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Patient Stories

Community Volunteers’ Knitting, Sewing Bring Comfort to Hospice Patients

In honor of National Volunteer Month, Care Dimensions would like to share this story of two of our community volunteers. We thank the many community volunteers over the years who have donated items and shared their talents to improve the care and comfort of our patients and families.

Every Monday, Henrietta Goodwin walks into Care Dimensions’ Kaplan Family Hospice House in Danvers with a special delivery: 50 handknit “prayer squares” to be shared with patients and their families.

“I get a great welcome when I walk through the doors,” said Henrietta, a community volunteer for Care Dimensions.

More importantly, she knows how touching the squares can be. “They really mean a lot to people,” she said. “It warms my heart to make them.”

For three years, Henrietta, 77, of Wenham, has been knitting the 5-by-6-inch prayer squares, working on them five or six hours a day, and maybe more on weekends.

The soft, pastel-colored squares -- with either a cross or a heart incorporated in the design -- are given to patients to pray with, or just hold.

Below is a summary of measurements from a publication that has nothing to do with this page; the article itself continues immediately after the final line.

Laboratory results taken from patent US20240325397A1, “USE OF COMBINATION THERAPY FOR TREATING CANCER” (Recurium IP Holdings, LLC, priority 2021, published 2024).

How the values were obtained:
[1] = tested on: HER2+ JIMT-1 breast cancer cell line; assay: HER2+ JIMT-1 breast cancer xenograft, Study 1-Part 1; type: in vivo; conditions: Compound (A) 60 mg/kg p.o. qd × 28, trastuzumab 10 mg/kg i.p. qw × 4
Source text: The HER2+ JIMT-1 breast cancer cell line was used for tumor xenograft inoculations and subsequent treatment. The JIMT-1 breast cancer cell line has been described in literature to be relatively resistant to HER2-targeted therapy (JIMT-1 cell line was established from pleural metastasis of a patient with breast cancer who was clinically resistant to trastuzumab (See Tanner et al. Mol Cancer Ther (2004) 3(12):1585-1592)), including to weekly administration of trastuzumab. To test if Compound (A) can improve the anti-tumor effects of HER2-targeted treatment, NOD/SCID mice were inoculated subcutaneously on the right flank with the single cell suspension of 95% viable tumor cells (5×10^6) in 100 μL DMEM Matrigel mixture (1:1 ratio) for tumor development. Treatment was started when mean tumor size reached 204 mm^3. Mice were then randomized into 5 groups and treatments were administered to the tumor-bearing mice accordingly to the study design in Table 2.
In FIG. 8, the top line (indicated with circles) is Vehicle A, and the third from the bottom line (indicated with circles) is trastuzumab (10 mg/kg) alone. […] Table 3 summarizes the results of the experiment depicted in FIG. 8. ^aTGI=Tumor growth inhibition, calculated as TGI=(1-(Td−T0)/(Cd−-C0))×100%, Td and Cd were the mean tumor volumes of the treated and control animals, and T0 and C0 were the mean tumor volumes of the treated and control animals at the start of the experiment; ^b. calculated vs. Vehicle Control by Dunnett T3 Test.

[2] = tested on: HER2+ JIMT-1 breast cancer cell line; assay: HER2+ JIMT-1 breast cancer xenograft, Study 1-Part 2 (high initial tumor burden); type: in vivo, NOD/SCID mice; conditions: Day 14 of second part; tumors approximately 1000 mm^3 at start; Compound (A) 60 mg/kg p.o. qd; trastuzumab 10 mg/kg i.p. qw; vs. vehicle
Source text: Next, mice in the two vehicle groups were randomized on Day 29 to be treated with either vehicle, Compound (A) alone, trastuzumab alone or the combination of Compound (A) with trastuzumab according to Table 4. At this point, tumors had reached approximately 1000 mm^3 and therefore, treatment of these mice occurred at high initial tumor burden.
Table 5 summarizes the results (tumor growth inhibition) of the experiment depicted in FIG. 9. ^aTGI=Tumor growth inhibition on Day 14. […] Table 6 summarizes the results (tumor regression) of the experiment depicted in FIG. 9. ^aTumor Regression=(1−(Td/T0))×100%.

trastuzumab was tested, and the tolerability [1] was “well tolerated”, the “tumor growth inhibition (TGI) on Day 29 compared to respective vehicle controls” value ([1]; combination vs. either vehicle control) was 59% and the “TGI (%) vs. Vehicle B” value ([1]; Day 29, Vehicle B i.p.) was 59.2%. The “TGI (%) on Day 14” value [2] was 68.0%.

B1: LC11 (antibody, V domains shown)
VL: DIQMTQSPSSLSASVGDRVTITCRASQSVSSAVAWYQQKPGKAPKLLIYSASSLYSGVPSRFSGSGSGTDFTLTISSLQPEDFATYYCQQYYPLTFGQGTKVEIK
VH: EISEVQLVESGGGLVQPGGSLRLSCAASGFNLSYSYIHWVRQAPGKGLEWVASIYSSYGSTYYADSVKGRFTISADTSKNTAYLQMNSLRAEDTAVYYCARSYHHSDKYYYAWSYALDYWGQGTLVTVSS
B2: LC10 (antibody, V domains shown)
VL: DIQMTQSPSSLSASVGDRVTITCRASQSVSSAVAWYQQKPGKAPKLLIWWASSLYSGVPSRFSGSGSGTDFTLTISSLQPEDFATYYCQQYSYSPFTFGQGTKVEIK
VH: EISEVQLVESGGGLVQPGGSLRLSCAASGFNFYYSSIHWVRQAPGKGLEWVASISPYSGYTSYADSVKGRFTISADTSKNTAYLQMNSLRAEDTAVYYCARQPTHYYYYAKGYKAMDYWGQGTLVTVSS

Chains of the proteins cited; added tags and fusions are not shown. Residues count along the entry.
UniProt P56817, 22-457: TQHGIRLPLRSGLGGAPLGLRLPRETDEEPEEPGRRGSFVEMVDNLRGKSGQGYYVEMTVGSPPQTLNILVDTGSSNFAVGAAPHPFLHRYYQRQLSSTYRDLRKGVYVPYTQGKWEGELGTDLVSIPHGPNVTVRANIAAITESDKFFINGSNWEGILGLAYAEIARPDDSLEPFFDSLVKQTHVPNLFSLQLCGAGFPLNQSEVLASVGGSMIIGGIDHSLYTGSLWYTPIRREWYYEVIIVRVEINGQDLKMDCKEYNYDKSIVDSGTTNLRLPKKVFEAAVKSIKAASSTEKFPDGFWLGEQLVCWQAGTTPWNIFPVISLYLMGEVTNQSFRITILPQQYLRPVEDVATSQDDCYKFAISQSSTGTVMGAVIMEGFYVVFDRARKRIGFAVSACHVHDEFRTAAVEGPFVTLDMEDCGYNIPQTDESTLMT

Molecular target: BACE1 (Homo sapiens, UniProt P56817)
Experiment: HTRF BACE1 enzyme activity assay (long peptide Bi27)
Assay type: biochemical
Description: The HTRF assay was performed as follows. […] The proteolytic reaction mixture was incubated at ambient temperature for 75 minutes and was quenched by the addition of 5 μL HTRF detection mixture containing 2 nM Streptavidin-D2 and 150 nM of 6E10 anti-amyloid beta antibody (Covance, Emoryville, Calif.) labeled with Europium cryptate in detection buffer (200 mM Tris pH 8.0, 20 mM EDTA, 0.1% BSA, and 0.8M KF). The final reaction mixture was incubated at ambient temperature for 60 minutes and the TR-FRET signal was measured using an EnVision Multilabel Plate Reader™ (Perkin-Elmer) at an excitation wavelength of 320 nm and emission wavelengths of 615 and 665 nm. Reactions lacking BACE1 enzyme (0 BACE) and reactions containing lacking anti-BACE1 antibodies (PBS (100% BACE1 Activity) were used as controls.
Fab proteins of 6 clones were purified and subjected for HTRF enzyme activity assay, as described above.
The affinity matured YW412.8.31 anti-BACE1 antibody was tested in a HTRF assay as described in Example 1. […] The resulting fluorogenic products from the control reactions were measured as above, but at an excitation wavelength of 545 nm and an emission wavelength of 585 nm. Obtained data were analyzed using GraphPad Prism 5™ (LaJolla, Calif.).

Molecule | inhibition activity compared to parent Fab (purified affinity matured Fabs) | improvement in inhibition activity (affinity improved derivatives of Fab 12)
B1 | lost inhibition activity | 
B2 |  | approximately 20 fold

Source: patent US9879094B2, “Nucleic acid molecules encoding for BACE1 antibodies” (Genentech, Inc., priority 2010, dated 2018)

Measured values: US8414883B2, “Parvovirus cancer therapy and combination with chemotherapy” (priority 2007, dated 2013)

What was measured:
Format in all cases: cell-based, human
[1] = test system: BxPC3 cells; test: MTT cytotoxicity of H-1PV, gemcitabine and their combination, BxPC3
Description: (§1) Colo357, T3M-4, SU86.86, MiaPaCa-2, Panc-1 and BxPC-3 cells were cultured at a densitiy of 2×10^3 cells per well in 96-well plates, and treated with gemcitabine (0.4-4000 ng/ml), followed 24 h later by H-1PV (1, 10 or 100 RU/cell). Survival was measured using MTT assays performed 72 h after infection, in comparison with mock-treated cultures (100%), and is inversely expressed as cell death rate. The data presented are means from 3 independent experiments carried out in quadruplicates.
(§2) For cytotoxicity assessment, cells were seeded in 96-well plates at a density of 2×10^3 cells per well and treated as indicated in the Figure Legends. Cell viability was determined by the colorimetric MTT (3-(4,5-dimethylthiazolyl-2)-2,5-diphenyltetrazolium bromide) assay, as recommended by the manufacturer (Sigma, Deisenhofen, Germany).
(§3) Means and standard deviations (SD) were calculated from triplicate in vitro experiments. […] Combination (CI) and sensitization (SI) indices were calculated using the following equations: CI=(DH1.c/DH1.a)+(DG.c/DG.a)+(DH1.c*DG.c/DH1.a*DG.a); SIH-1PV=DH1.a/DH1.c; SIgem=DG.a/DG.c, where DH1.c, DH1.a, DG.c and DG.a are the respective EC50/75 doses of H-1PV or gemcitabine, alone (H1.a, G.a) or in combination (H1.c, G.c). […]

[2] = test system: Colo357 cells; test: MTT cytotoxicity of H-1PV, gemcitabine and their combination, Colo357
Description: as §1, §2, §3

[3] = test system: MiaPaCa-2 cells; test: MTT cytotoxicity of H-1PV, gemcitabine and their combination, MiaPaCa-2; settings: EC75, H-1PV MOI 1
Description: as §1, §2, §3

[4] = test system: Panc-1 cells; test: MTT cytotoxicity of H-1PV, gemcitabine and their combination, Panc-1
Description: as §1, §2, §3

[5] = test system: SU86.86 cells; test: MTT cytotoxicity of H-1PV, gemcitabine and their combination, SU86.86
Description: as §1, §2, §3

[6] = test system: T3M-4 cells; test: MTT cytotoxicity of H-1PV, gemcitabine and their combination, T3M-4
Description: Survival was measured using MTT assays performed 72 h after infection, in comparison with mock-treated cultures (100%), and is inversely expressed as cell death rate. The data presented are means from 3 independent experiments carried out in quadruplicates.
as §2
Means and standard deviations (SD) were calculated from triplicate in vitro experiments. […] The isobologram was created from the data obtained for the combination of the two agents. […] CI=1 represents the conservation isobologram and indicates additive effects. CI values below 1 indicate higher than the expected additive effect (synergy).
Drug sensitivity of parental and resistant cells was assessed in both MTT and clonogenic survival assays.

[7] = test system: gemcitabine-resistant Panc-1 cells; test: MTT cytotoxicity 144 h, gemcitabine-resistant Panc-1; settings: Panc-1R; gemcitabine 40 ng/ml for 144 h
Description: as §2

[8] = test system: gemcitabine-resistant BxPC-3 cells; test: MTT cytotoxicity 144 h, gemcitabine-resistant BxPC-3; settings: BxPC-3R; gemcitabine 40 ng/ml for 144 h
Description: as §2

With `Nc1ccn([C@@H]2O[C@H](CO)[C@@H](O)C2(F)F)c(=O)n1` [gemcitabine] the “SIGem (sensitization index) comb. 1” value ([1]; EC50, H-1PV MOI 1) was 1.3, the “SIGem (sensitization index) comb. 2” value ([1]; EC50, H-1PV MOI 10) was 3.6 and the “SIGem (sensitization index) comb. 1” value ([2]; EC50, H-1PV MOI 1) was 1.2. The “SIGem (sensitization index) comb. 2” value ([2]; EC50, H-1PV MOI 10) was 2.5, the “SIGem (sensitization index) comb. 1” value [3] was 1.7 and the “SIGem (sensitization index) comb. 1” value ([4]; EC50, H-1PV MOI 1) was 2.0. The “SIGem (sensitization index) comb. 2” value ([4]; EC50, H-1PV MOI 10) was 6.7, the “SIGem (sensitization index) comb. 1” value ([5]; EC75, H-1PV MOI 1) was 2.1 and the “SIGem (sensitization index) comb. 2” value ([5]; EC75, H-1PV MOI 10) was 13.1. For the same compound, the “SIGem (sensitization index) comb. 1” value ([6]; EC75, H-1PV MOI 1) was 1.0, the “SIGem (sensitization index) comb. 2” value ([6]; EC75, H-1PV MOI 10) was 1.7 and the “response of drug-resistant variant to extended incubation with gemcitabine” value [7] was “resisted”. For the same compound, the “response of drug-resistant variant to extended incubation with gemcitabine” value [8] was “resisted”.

Often, she said, families will place them with their loved one after they die.

They also soothe grieving families. She said one woman told her she framed the square her dying husband had, and painted her living room the same color.

hospice patient hand grasping prayer square knitted by Care Dimensions volunteer Gail Thompson, a trained Care Dimensions volunteer, said she brought one of Henrietta’s squares to a patient who had recently moved to the Kaplan House, and placed it on his chest.

“Sometime during the day, he grasped it in his hand and didn’t let go at all...until he died. Each square has its own story about how it gives comfort,” she said.

Marilyn Brauss, 79, of Wenham, sews 18-square-inch cotton prayer quilts for patients at the Kaplan House, as a community volunteer for Care Dimensions. She makes about six a week and over the past three years has made 766.

Marilyn said she incorporates three different colorful prints in a patchwork design, with a cross in the center. She has also used red-white-and-blue materials to make quilts for veterans in hospice, and is now working on items featuring the Star of David.

“It’s a comfort for patients,” she said. “Like a security blanket.” And, again, it’s helpful for families. She was told that after one woman at the hospice house died, the quilt was given to her grandson, who slept with it under his pillow.

When both her parents were at Kaplan House, another woman shared, they found comfort with the prayer squares and quilt. “After my mom passed, the staff put her blanket and all the prayer squares on my father. I will never forget it.”

The prayer quilt project was initiated in 2008 by St. Mary of the Annunciation Parish in Danvers. Since, about 3,000 quilts have been made. Over the years, several religious organizations, community groups, and clubs also have contributed handmade items for the comfort of patients.

Members of the church continue with the project, including cutting the cotton fabric into squares and putting them into “kits” that are then sewn together by Marilyn, and a few others.